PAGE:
President Joe Biden’s infrastructure proposal is meant to collectivize the nation, political strategist Dick Morris said Sunday in a harsh criticism of the bill.

Speaking on “The Cats Roundtable” radio show hosted by John Catsimatidis on WABC 770 AM, Morris, a former adviser to President Bill Clinton, said Biden’s infrastructure package is "designed to collectivize the United States, to regiment us, to unionize us, and to make us controllable and tractable as an economy.”

Stressing that “the metaphor that comes to mind is when Stalin insisted that all the farmers go to collective farms,” Morris cautioned that the main feature of the infrastructure legislation is that “you cannot get those funds unless you unionize. Davis-Bacon will control all of that spending. You have to have a union for your company to qualify. That’s going to force the entire construction industry and huge numbers of other industries into unionization.”

He also emphasized that Biden intends to make the Protecting the Right to Organize (PRO) Act part of the legislation bill, which he said would “be the greatest disaster we’ve ever had.”

Morris warned that the general public does not yet know about the PRO Act, but said that the end result would be that “nobody can work for themselves. Everybody has to be on a corporate payroll. If you are a consultant or a contractor or a freelancer, you have to close up shop and become an employee of your client or the people you contract with.”

He said that this means that some “30 to 40 million people who make their living that way are going to have to be now on payroll,” stressing that such a law is already in effect in California and has “totally deformed the economy” of that state.

Morris said that the overall goal of Biden’s strategy on this legislative package is “to organize our economy for more efficient government control. It sounds like in Germany where everybody basically works for a few large companies and there are only one or two large unions that represent everybody.”

Dick Morris Slams Infrastructure Bill as Ploy to Collectivize US

getfile.aspxguid04C90CB6 F174 4E37 B090 5A82F4AD243E

Dick Morris Slams Infrastructure Bill as Ploy to Collectivize US Dick Morris Slams Infrastructure Bill as Ploy to Collectivize US US President Joe Biden speaks about the March jobs report in the State Dining Room of the White House in Washington, DC, on April 2, 2021. (Mandel Ngan/AFP via Getty)

By Brian Freeman | Sunday, 04 April 2021 04:39 PM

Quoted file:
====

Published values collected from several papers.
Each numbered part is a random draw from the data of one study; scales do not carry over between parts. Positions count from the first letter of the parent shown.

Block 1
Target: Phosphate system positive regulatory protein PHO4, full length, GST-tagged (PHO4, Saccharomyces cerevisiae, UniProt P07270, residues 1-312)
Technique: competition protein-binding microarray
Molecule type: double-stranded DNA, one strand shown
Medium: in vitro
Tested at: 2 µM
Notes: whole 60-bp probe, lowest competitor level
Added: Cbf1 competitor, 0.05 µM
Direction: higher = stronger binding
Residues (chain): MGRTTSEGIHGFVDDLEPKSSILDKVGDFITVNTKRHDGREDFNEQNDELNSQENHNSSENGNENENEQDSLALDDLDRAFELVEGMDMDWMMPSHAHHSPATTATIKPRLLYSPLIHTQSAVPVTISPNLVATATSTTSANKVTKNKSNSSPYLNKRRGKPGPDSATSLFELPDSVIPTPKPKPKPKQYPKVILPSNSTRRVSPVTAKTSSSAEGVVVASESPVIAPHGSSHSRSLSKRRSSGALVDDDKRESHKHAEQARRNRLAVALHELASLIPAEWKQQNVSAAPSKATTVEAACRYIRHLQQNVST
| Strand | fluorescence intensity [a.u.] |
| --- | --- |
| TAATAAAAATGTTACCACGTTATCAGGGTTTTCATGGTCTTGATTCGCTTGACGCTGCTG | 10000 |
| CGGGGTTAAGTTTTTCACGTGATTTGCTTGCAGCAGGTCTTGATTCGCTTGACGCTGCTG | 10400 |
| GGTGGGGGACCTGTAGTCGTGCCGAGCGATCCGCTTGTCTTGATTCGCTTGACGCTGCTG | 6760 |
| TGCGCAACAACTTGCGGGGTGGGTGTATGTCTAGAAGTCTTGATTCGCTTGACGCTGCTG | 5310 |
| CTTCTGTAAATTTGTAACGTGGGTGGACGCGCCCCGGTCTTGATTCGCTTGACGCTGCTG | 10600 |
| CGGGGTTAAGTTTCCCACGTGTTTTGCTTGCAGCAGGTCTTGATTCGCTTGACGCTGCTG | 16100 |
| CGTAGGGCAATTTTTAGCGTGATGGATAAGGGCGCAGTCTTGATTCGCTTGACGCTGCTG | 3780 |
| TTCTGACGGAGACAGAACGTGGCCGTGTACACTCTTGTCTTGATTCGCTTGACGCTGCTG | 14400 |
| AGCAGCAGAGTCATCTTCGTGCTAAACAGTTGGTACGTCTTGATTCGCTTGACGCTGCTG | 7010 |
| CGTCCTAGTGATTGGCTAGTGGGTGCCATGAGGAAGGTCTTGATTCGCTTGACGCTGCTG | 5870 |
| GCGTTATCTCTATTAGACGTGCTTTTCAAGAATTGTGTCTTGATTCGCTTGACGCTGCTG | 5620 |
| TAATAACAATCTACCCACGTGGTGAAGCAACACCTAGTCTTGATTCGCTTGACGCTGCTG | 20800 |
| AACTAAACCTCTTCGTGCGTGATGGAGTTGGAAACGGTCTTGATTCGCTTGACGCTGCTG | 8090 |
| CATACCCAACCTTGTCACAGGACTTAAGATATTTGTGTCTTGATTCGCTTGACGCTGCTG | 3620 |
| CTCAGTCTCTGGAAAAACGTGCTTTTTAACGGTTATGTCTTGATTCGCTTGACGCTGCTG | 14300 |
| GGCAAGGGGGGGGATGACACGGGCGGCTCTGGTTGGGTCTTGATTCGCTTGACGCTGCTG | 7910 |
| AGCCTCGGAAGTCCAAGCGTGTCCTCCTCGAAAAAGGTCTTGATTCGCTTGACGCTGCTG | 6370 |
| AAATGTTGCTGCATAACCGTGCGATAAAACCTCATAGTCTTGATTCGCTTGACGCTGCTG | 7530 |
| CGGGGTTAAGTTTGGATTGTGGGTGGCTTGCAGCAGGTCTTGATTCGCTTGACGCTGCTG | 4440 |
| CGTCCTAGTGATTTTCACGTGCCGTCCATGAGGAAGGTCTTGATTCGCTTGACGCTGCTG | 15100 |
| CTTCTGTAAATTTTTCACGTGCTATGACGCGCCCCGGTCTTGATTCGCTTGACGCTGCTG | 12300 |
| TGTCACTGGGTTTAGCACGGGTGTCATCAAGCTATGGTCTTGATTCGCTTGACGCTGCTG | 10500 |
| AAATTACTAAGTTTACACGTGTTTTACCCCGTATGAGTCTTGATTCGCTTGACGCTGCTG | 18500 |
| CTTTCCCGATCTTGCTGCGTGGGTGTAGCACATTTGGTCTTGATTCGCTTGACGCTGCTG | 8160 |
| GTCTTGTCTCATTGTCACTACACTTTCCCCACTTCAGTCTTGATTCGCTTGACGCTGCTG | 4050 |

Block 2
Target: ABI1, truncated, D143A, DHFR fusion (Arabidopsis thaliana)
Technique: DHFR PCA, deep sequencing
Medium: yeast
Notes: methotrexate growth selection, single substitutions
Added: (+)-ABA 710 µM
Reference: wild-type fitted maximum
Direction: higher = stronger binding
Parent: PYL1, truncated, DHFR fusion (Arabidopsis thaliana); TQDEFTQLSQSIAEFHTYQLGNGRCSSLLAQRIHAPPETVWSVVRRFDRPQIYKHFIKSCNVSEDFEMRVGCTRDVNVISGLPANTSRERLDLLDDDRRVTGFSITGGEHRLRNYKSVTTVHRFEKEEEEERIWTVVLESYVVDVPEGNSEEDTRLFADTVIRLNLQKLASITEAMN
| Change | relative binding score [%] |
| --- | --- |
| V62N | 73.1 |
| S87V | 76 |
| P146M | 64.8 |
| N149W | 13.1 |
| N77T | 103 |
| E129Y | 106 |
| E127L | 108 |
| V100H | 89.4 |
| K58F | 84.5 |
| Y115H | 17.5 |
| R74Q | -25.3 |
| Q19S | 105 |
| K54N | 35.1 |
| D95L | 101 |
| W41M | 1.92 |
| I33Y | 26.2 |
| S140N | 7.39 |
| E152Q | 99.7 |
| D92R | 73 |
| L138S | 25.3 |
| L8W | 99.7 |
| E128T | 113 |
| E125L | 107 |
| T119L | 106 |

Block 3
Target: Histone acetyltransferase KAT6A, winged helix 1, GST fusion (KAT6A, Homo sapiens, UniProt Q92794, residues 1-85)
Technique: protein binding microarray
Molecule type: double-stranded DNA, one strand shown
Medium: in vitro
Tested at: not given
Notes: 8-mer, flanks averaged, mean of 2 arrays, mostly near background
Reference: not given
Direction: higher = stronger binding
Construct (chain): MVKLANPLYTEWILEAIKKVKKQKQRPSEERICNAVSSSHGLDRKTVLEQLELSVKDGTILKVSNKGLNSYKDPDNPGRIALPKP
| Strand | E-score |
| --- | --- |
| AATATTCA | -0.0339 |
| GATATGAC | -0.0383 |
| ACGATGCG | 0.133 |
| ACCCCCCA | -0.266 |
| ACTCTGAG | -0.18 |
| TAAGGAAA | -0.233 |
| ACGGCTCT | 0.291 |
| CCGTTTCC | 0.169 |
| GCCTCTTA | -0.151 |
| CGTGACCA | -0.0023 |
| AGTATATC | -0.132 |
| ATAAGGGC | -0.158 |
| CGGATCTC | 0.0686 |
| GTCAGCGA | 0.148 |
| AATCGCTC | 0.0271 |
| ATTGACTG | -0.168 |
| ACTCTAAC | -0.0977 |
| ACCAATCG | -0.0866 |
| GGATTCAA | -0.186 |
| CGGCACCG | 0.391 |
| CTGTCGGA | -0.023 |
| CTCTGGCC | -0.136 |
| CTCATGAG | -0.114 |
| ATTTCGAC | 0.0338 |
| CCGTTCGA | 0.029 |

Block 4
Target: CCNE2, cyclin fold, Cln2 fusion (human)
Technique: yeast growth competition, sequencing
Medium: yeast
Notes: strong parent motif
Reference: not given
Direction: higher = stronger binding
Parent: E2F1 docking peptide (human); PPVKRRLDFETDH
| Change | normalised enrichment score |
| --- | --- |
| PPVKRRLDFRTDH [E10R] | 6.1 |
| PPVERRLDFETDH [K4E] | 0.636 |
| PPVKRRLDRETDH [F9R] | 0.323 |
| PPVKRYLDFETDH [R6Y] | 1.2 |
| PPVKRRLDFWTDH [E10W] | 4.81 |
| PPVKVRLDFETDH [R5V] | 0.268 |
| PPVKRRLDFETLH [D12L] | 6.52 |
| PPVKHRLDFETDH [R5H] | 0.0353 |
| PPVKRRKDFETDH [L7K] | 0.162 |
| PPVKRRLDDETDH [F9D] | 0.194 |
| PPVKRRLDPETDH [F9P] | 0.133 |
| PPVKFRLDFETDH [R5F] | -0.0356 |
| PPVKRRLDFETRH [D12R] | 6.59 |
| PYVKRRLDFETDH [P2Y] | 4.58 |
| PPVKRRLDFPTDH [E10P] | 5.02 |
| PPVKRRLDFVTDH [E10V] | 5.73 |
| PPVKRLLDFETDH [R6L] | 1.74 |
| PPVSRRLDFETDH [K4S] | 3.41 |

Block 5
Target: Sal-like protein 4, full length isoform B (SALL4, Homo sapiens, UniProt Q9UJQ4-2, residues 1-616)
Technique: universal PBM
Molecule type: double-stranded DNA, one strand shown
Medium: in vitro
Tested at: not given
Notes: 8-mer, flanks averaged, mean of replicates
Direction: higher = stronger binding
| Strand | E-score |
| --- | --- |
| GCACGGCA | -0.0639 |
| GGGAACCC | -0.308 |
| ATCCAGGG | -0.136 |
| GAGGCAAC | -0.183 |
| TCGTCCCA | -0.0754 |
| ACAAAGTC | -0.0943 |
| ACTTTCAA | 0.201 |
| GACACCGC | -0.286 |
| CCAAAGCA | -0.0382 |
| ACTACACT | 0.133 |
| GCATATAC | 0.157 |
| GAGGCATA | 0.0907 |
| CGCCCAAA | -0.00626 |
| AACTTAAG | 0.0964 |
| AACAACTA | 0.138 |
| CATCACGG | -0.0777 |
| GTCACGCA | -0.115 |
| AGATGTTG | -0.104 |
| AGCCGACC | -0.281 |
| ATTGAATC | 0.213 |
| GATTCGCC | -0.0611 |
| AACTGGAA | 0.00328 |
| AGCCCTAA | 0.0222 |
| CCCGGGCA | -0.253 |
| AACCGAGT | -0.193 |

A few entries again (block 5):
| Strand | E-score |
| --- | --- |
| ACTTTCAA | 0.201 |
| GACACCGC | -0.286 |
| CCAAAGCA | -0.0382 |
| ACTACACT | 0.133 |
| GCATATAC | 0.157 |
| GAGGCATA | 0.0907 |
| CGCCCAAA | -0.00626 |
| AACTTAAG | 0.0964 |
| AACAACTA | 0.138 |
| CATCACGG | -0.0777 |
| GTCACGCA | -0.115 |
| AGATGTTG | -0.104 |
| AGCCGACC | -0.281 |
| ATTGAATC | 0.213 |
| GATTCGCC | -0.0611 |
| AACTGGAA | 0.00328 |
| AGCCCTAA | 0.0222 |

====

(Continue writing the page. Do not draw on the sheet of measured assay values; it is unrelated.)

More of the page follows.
President Joe Biden’s infrastructure proposal is meant to collectivize the nation, political strategist Dick Morris said Sunday in a harsh criticism of the bill.

Speaking on “The Cats Roundtable” radio show hosted by John Catsimatidis on WABC 770 AM, Morris, a former adviser to President Bill Clinton, said Biden’s infrastructure package is "designed to collectivize the United States, to regiment us, to unionize us, and to make us controllable and tractable as an economy.”

Stressing that “the metaphor that comes to mind is when Stalin insisted that all the farmers go to collective farms,” Morris cautioned that the main feature of the infrastructure legislation is that “you cannot get those funds unless you unionize. Davis-Bacon will control all of that spending. You have to have a union for your company to qualify. That’s going to force the entire construction industry and huge numbers of other industries into unionization.”

He also emphasized that Biden intends to make the Protecting the Right to Organize (PRO) Act part of the legislation bill, which he said would “be the greatest disaster we’ve ever had.”

Morris warned that the general public does not yet know about the PRO Act, but said that the end result would be that “nobody can work for themselves. Everybody has to be on a corporate payroll. If you are a consultant or a contractor or a freelancer, you have to close up shop and become an employee of your client or the people you contract with.”

He said that this means that some “30 to 40 million people who make their living that way are going to have to be now on payroll,” stressing that such a law is already in effect in California and has “totally deformed the economy” of that state.

Morris said that the overall goal of Biden’s strategy on this legislative package is “to organize our economy for more efficient government control. It sounds like in Germany where everybody basically works for a few large companies and there are only one or two large unions that represent everybody.”

Original Article

Ex-NYPD Commish Ray Kelly: Mayor de Blasio ‘Has Destroyed’ NYC

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Ex-NYPD Commish Ray Kelly: Mayor de Blasio 'Has Destroyed' NYC bill de blasio stands at a bank of microphones and speaks New York City Mayor Bill de Blasio speaks at a press conference with Governor Andrew Cuomo in 2018. (Spencer Platt/Getty Images)